I think it’s safe to say I’m not a social media triumphalist. But this is silly:
This week, some Post staffers responded to outside critics via our main Twitter account. At issue was a controversial piece we’d published online. The intent in replying was to defend the decision to publish the piece, but it was misguided both in describing our rationale for publishing the piece and as a matter of practice. It shouldn’t have been sent.
Even as we encourage everyone in the newsroom to embrace social media and relevant tools, it is absolutely vital to remember that the purpose of these Post branded accounts is to use them as a platform to promote news, bring in user generated content and increase audience engagement with Post content. No branded Post accounts should be used to answer critics and speak on behalf of the Post, just as you should follow our normal journalistic guidelines in not using your personal social media accounts to speak on behalf of the Post.
Perhaps it would be useful to think of the issue this way: when we write a story, our readers are free to respond and we provide them a venue to do so. We sometimes engage them in a private verbal conversation, but once we enter a debate personally through social media, this would be equivalent to allowing a reader to write a letter to the editor–and then publishing a rebuttal by the reporter. It’s something we don’t do. Please feel free to flag Marcus, Liz and me when you see something out there that you think deserves a response from the Post. As we routinely do, we will work with Kris Coratti and her team to respond when appropriate.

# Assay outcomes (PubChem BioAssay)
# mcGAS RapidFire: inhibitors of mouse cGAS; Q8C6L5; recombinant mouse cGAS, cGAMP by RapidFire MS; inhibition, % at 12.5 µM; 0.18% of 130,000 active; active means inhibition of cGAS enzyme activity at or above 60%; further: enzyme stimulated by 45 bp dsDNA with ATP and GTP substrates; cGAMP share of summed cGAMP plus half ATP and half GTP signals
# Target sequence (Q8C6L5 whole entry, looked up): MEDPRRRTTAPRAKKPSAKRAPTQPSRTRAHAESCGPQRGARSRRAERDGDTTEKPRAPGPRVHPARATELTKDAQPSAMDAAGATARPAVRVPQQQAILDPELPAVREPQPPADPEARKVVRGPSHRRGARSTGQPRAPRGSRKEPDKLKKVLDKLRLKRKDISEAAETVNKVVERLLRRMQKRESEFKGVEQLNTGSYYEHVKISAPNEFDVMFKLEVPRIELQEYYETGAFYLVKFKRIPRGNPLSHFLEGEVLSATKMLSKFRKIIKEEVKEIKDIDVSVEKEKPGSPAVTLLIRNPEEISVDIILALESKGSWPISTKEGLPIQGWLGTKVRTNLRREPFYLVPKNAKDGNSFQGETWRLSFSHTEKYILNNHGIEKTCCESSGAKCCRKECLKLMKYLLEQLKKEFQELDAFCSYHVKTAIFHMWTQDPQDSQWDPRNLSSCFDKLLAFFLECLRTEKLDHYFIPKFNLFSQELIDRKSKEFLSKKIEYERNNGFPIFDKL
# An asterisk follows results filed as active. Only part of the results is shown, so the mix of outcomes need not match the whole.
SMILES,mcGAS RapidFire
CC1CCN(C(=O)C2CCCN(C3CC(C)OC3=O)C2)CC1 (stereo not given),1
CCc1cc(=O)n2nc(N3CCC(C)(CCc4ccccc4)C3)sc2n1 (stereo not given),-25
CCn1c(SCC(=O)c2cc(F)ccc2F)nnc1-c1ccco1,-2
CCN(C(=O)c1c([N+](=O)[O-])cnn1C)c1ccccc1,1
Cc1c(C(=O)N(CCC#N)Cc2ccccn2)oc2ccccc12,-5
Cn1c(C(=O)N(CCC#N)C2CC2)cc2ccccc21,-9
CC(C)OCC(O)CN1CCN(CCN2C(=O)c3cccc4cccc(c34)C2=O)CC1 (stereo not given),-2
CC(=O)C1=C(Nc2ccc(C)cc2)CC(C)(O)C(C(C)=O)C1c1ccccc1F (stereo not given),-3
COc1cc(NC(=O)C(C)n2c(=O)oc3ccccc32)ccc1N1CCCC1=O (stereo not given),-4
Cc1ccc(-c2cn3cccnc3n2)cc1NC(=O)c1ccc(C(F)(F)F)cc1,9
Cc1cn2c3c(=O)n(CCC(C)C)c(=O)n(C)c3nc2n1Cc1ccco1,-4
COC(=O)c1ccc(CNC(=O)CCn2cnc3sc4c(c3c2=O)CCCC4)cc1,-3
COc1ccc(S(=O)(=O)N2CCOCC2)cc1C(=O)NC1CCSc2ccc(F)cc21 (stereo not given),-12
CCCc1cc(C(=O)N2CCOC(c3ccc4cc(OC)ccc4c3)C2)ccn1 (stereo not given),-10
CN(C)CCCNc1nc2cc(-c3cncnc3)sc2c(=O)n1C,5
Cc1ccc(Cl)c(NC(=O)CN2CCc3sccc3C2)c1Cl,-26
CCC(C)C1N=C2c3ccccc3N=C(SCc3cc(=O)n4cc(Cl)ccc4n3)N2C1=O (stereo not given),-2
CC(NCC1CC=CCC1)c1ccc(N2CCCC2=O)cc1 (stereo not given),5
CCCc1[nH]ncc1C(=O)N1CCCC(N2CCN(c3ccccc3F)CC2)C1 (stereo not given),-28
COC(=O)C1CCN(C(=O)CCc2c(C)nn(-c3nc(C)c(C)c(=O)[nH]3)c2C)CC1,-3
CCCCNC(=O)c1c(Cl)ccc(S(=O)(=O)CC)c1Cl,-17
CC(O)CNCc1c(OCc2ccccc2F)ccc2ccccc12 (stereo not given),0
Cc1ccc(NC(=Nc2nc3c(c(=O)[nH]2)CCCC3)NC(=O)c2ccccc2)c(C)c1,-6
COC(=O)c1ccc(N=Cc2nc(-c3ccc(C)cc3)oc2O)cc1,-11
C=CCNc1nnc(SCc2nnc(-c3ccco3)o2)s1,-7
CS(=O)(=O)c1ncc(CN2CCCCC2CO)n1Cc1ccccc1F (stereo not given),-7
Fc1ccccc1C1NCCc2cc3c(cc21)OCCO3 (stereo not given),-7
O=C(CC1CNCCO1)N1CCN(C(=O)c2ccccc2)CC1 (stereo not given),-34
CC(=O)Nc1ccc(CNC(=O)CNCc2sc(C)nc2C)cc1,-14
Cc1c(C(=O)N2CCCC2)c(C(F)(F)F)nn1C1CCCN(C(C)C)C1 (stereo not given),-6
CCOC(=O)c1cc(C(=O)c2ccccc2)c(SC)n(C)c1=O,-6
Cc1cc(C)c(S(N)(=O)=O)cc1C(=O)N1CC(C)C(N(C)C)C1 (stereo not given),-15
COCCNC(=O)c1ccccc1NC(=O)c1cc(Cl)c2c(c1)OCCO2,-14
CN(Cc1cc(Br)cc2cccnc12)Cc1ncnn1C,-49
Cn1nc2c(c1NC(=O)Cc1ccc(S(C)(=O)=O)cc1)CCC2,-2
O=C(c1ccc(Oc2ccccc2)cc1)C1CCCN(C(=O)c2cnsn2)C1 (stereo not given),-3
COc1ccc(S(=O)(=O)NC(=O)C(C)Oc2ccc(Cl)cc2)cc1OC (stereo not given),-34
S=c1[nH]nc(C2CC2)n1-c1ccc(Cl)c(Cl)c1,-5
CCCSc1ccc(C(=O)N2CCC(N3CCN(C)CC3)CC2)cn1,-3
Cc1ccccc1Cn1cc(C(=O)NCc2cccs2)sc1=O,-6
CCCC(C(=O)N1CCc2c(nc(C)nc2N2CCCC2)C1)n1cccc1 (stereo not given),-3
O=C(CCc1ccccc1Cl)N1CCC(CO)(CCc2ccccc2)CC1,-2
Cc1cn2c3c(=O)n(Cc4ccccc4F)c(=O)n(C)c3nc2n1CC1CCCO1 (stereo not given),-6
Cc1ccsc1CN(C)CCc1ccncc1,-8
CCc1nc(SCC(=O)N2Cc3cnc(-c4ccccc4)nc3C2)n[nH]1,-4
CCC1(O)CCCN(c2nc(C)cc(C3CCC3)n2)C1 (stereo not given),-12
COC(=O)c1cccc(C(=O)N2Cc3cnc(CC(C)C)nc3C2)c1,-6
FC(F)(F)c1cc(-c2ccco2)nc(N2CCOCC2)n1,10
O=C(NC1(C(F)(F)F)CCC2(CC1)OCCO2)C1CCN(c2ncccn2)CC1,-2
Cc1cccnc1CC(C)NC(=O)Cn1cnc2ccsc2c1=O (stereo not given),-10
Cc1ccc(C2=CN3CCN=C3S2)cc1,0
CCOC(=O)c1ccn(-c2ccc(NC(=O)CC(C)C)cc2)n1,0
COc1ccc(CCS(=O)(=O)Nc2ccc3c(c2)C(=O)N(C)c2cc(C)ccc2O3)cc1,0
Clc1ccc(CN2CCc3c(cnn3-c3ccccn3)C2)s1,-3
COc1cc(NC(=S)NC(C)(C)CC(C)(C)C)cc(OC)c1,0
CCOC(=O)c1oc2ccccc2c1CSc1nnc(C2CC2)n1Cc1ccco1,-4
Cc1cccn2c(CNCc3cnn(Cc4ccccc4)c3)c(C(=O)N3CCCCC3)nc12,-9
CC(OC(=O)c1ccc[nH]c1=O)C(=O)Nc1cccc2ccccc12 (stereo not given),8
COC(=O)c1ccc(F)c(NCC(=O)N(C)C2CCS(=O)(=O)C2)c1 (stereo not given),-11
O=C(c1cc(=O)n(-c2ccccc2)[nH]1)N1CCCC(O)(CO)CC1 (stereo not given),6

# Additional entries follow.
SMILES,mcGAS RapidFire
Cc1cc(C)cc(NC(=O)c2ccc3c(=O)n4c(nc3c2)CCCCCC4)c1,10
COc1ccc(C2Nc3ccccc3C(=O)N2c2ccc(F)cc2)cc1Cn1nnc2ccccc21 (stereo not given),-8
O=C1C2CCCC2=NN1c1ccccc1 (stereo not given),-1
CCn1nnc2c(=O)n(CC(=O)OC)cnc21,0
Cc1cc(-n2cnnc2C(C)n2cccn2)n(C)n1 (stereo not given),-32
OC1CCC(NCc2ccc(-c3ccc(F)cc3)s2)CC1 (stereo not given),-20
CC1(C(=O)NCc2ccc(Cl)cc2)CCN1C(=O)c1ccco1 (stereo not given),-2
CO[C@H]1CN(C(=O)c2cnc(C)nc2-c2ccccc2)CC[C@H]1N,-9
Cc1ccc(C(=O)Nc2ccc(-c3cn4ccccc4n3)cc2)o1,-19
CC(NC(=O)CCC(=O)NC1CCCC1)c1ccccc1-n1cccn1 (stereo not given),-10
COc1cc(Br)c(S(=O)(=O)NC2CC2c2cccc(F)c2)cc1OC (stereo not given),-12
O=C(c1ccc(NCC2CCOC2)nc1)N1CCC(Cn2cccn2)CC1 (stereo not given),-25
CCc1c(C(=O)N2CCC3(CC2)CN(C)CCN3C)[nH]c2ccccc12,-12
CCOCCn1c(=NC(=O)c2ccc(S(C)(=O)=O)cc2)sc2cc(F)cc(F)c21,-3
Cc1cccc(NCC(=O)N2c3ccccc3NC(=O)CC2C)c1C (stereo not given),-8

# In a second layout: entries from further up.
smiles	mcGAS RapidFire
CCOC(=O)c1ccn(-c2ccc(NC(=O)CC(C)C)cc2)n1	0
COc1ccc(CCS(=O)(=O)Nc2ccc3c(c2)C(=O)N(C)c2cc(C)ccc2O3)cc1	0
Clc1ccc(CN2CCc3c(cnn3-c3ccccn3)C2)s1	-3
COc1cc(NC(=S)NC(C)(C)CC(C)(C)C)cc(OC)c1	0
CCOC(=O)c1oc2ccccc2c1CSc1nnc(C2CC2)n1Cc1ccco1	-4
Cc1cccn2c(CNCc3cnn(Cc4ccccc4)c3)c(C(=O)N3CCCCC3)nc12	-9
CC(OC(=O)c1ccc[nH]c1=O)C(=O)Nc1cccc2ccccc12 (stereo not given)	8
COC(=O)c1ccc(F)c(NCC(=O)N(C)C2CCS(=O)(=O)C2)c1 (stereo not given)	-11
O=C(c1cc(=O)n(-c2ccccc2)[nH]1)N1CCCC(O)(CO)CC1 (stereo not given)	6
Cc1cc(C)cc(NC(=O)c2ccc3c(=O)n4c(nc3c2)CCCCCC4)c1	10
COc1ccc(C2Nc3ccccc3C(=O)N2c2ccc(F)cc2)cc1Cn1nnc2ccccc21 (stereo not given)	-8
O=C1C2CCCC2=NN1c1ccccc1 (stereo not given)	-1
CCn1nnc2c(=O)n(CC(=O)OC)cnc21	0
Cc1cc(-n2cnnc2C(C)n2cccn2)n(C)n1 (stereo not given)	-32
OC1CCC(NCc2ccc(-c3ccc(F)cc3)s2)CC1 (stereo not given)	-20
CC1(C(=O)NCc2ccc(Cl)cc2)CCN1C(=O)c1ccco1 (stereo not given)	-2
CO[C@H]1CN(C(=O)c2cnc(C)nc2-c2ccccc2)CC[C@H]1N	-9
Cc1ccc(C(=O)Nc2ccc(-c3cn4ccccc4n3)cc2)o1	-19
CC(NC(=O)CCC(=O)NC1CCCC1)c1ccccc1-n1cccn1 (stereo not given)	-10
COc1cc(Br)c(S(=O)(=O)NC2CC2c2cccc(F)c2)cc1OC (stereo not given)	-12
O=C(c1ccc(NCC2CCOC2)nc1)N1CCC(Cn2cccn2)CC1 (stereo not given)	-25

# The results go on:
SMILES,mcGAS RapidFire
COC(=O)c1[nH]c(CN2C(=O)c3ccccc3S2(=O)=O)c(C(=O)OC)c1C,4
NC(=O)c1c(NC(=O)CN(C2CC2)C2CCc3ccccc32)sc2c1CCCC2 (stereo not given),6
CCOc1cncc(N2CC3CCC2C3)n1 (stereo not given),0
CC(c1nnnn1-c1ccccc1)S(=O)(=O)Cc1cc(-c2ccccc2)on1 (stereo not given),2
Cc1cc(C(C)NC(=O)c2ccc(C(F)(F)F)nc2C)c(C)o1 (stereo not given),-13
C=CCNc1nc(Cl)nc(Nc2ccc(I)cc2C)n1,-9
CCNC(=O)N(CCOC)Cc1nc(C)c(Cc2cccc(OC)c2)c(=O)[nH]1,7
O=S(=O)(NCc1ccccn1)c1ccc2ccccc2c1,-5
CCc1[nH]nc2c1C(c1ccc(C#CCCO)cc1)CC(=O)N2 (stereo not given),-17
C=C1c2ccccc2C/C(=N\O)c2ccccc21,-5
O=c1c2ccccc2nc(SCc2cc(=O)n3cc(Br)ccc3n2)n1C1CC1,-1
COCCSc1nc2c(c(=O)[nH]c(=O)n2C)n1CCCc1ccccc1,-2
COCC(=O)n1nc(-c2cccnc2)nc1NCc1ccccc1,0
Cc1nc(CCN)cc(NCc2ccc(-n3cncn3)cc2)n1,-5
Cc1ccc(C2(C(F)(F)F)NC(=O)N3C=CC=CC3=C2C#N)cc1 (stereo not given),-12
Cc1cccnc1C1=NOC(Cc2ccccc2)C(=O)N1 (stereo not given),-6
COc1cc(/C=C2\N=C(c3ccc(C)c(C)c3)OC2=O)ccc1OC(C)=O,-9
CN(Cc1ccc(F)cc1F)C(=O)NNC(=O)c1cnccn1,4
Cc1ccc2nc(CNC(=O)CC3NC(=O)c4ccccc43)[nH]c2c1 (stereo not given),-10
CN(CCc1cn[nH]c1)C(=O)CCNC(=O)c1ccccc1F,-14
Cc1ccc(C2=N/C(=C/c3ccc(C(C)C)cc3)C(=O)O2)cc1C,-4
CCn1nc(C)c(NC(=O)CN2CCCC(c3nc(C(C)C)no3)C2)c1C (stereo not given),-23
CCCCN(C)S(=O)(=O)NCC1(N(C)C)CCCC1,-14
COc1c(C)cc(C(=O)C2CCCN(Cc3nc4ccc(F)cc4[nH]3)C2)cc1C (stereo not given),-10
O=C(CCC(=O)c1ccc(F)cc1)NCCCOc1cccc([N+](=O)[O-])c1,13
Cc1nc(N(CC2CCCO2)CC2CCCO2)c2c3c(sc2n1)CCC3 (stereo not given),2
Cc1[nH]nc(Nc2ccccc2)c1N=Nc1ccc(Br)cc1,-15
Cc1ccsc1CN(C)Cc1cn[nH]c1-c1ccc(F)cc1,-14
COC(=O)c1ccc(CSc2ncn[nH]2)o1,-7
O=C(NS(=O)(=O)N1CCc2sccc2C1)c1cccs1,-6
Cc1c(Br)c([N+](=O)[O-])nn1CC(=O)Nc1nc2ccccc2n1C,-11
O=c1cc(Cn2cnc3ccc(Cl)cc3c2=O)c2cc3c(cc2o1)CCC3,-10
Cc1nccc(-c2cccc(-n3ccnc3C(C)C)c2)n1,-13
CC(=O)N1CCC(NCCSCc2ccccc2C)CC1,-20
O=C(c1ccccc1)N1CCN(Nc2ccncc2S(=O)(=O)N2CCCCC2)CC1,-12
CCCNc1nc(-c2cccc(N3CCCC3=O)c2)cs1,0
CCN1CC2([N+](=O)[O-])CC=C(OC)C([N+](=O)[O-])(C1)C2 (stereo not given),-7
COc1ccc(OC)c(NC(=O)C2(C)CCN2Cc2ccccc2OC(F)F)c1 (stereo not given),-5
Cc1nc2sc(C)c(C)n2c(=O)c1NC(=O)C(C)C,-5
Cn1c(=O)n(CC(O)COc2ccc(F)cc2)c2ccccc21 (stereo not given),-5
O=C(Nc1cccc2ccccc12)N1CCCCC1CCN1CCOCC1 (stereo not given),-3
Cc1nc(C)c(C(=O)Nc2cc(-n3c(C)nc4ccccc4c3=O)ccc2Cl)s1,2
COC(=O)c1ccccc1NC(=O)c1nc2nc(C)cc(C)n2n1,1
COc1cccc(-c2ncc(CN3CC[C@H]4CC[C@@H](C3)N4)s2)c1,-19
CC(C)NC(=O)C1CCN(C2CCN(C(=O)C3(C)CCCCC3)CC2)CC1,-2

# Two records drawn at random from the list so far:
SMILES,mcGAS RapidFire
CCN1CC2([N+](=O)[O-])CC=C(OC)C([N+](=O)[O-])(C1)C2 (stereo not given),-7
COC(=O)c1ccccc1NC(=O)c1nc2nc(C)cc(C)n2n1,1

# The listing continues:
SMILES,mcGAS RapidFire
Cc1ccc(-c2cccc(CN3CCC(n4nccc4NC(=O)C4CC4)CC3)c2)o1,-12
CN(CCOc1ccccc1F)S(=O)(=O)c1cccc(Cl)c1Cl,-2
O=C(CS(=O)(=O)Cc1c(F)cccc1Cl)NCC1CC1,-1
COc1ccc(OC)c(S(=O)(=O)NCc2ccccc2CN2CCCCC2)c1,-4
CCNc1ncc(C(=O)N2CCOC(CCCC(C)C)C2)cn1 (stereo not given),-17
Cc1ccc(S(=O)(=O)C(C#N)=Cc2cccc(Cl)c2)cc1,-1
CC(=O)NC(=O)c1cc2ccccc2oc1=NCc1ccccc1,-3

So: you’re free to use social media to spam people — a strategy sure to reap long-term success — and readers are free to wade into the cesspools of racism and reactionary thought that are newspaper web comment sections, where their contributions will be utterly ignored by everyone.
That’s just not how it works. This is a fundamental problem, and one that all the Chief Innovation Officers and Social Media Strategists and Vice Presidents of Thinking Outside the Box at big firms will eventually find themselves unable to deal with. The things that make new media compelling make message discipline impossible.
People have been fooled into thinking it can be otherwise by some unreproducible early successes. It’s true that if your early-adopter employees happen to be talented spokespeople for your organization, everything will be fine. This actually happens sometimes! Look at Major Nelson or Comcast Frank or Robert Scoble.
But as disintermediating mediums expand to include the meaty part of the employee-competence bell curve, it becomes increasingly unwise to rely on that kind of luck. To whatever extent message discipline is important to your organization — and it is, to varying degrees, for every organization — you really do have to choose between the exciting possibilities that social media represents and exposing the true nature of your workforce.
Personally, I think that’s all to the good. I don’t think it’s any great tragedy that the callous idiocy behind the Post’s decision to publish an anti-gay bigot in its pages was accidentally highlighted. But hey, if the organization is keen to use regimented silence to disguise the abhorrence of its op-ed decisions for a few more years, it’s within its rights and abilities to do so. It’s just a little silly to pretend you can have it both ways.
(I should note that the memo is less severe than it’s been billed: the narrow language used pertains to Post-branded Twitter accounts, not writers’ personal accounts. Still, it’s hard to imagine that distinction persisting for long.)